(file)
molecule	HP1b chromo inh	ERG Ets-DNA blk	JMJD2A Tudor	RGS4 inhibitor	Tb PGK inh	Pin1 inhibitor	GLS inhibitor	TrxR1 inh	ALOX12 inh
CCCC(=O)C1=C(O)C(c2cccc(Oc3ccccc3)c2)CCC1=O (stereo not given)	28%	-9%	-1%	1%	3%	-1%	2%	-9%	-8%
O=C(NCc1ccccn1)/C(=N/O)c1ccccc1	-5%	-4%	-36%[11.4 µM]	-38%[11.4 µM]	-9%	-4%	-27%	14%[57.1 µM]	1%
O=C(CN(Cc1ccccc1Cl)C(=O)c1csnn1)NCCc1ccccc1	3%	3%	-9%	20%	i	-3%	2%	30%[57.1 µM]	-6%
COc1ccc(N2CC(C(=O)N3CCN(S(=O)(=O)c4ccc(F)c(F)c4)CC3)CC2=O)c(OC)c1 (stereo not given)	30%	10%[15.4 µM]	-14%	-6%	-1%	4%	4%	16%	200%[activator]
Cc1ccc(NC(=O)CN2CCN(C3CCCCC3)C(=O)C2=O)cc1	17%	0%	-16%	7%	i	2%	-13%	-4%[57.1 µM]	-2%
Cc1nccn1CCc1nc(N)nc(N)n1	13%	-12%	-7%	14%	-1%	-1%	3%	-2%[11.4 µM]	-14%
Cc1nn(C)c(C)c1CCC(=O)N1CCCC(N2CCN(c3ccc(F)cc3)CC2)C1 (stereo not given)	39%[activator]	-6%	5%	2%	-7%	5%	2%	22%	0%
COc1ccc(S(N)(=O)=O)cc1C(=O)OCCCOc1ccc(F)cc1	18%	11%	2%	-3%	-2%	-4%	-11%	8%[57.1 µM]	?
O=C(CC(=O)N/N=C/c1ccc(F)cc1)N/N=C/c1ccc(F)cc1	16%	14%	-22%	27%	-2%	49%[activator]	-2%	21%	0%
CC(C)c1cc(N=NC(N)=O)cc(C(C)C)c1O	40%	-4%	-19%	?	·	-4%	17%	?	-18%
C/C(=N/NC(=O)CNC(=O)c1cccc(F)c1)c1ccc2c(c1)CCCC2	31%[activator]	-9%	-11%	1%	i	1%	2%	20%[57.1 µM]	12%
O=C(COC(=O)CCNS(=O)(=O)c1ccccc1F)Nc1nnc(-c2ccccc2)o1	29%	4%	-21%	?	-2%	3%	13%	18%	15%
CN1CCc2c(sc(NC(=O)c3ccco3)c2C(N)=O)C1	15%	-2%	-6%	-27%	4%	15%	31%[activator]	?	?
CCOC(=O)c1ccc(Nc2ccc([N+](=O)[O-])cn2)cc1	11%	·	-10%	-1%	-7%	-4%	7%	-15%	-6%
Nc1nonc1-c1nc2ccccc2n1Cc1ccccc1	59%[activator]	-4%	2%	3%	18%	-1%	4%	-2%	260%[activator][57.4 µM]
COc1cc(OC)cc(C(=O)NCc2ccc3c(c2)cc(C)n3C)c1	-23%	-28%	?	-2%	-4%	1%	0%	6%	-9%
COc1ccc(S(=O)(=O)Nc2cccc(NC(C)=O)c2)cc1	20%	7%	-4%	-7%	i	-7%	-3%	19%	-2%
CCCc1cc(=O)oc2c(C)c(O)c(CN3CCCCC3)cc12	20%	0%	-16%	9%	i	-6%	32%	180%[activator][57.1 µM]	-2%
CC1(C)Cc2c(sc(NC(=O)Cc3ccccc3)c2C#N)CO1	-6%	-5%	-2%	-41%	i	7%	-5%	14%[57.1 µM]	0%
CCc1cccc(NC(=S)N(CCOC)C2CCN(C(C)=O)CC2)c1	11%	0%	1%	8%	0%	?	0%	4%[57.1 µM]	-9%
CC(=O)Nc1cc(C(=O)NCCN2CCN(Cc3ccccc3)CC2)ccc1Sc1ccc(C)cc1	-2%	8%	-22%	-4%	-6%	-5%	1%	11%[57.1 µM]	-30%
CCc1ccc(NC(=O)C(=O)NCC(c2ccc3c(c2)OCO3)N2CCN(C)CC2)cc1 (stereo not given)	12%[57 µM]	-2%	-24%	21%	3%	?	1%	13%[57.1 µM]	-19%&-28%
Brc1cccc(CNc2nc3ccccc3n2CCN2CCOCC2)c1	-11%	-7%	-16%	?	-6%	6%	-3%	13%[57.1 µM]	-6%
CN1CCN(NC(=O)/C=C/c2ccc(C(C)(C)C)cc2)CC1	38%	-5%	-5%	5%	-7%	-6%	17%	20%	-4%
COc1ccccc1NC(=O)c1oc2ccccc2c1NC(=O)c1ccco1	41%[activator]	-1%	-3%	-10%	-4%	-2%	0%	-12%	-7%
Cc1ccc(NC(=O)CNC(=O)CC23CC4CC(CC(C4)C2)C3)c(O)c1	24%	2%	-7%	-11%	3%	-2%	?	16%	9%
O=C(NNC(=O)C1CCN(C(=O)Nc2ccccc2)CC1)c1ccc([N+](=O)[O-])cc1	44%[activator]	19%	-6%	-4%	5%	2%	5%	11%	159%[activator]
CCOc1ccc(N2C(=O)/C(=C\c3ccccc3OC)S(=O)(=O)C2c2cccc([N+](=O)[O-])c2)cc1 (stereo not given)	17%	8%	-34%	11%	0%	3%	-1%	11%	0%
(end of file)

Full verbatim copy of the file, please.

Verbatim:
molecule	HP1b chromo inh	ERG Ets-DNA blk	JMJD2A Tudor	RGS4 inhibitor	Tb PGK inh	Pin1 inhibitor	GLS inhibitor	TrxR1 inh	ALOX12 inh
CCCC(=O)C1=C(O)C(c2cccc(Oc3ccccc3)c2)CCC1=O (stereo not given)	28%	-9%	-1%	1%	3%	-1%	2%	-9%	-8%
O=C(NCc1ccccn1)/C(=N/O)c1ccccc1	-5%	-4%	-36%[11.4 µM]	-38%[11.4 µM]	-9%	-4%	-27%	14%[57.1 µM]	1%
O=C(CN(Cc1ccccc1Cl)C(=O)c1csnn1)NCCc1ccccc1	3%	3%	-9%	20%	i	-3%	2%	30%[57.1 µM]	-6%
COc1ccc(N2CC(C(=O)N3CCN(S(=O)(=O)c4ccc(F)c(F)c4)CC3)CC2=O)c(OC)c1 (stereo not given)	30%	10%[15.4 µM]	-14%	-6%	-1%	4%	4%	16%	200%[activator]
Cc1ccc(NC(=O)CN2CCN(C3CCCCC3)C(=O)C2=O)cc1	17%	0%	-16%	7%	i	2%	-13%	-4%[57.1 µM]	-2%
Cc1nccn1CCc1nc(N)nc(N)n1	13%	-12%	-7%	14%	-1%	-1%	3%	-2%[11.4 µM]	-14%
Cc1nn(C)c(C)c1CCC(=O)N1CCCC(N2CCN(c3ccc(F)cc3)CC2)C1 (stereo not given)	39%[activator]	-6%	5%	2%	-7%	5%	2%	22%	0%
COc1ccc(S(N)(=O)=O)cc1C(=O)OCCCOc1ccc(F)cc1	18%	11%	2%	-3%	-2%	-4%	-11%	8%[57.1 µM]	?
O=C(CC(=O)N/N=C/c1ccc(F)cc1)N/N=C/c1ccc(F)cc1	16%	14%	-22%	27%	-2%	49%[activator]	-2%	21%	0%
CC(C)c1cc(N=NC(N)=O)cc(C(C)C)c1O	40%	-4%	-19%	?	·	-4%	17%	?	-18%
C/C(=N/NC(=O)CNC(=O)c1cccc(F)c1)c1ccc2c(c1)CCCC2	31%[activator]	-9%	-11%	1%	i	1%	2%	20%[57.1 µM]	12%
O=C(COC(=O)CCNS(=O)(=O)c1ccccc1F)Nc1nnc(-c2ccccc2)o1	29%	4%	-21%	?	-2%	3%	13%	18%	15%
CN1CCc2c(sc(NC(=O)c3ccco3)c2C(N)=O)C1	15%	-2%	-6%	-27%	4%	15%	31%[activator]	?	?
CCOC(=O)c1ccc(Nc2ccc([N+](=O)[O-])cn2)cc1	11%	·	-10%	-1%	-7%	-4%	7%	-15%	-6%
Nc1nonc1-c1nc2ccccc2n1Cc1ccccc1	59%[activator]	-4%	2%	3%	18%	-1%	4%	-2%	260%[activator][57.4 µM]
COc1cc(OC)cc(C(=O)NCc2ccc3c(c2)cc(C)n3C)c1	-23%	-28%	?	-2%	-4%	1%	0%	6%	-9%
COc1ccc(S(=O)(=O)Nc2cccc(NC(C)=O)c2)cc1	20%	7%	-4%	-7%	i	-7%	-3%	19%	-2%
CCCc1cc(=O)oc2c(C)c(O)c(CN3CCCCC3)cc12	20%	0%	-16%	9%	i	-6%	32%	180%[activator][57.1 µM]	-2%
CC1(C)Cc2c(sc(NC(=O)Cc3ccccc3)c2C#N)CO1	-6%	-5%	-2%	-41%	i	7%	-5%	14%[57.1 µM]	0%
CCc1cccc(NC(=S)N(CCOC)C2CCN(C(C)=O)CC2)c1	11%	0%	1%	8%	0%	?	0%	4%[57.1 µM]	-9%
CC(=O)Nc1cc(C(=O)NCCN2CCN(Cc3ccccc3)CC2)ccc1Sc1ccc(C)cc1	-2%	8%	-22%	-4%	-6%	-5%	1%	11%[57.1 µM]	-30%
CCc1ccc(NC(=O)C(=O)NCC(c2ccc3c(c2)OCO3)N2CCN(C)CC2)cc1 (stereo not given)	12%[57 µM]	-2%	-24%	21%	3%	?	1%	13%[57.1 µM]	-19%&-28%
Brc1cccc(CNc2nc3ccccc3n2CCN2CCOCC2)c1	-11%	-7%	-16%	?	-6%	6%	-3%	13%[57.1 µM]	-6%
CN1CCN(NC(=O)/C=C/c2ccc(C(C)(C)C)cc2)CC1	38%	-5%	-5%	5%	-7%	-6%	17%	20%	-4%
COc1ccccc1NC(=O)c1oc2ccccc2c1NC(=O)c1ccco1	41%[activator]	-1%	-3%	-10%	-4%	-2%	0%	-12%	-7%
Cc1ccc(NC(=O)CNC(=O)CC23CC4CC(CC(C4)C2)C3)c(O)c1	24%	2%	-7%	-11%	3%	-2%	?	16%	9%
O=C(NNC(=O)C1CCN(C(=O)Nc2ccccc2)CC1)c1ccc([N+](=O)[O-])cc1	44%[activator]	19%	-6%	-4%	5%	2%	5%	11%	159%[activator]
CCOc1ccc(N2C(=O)/C(=C\c3ccccc3OC)S(=O)(=O)C2c2cccc([N+](=O)[O-])c2)cc1 (stereo not given)	17%	8%	-34%	11%	0%	3%	-1%	11%	0%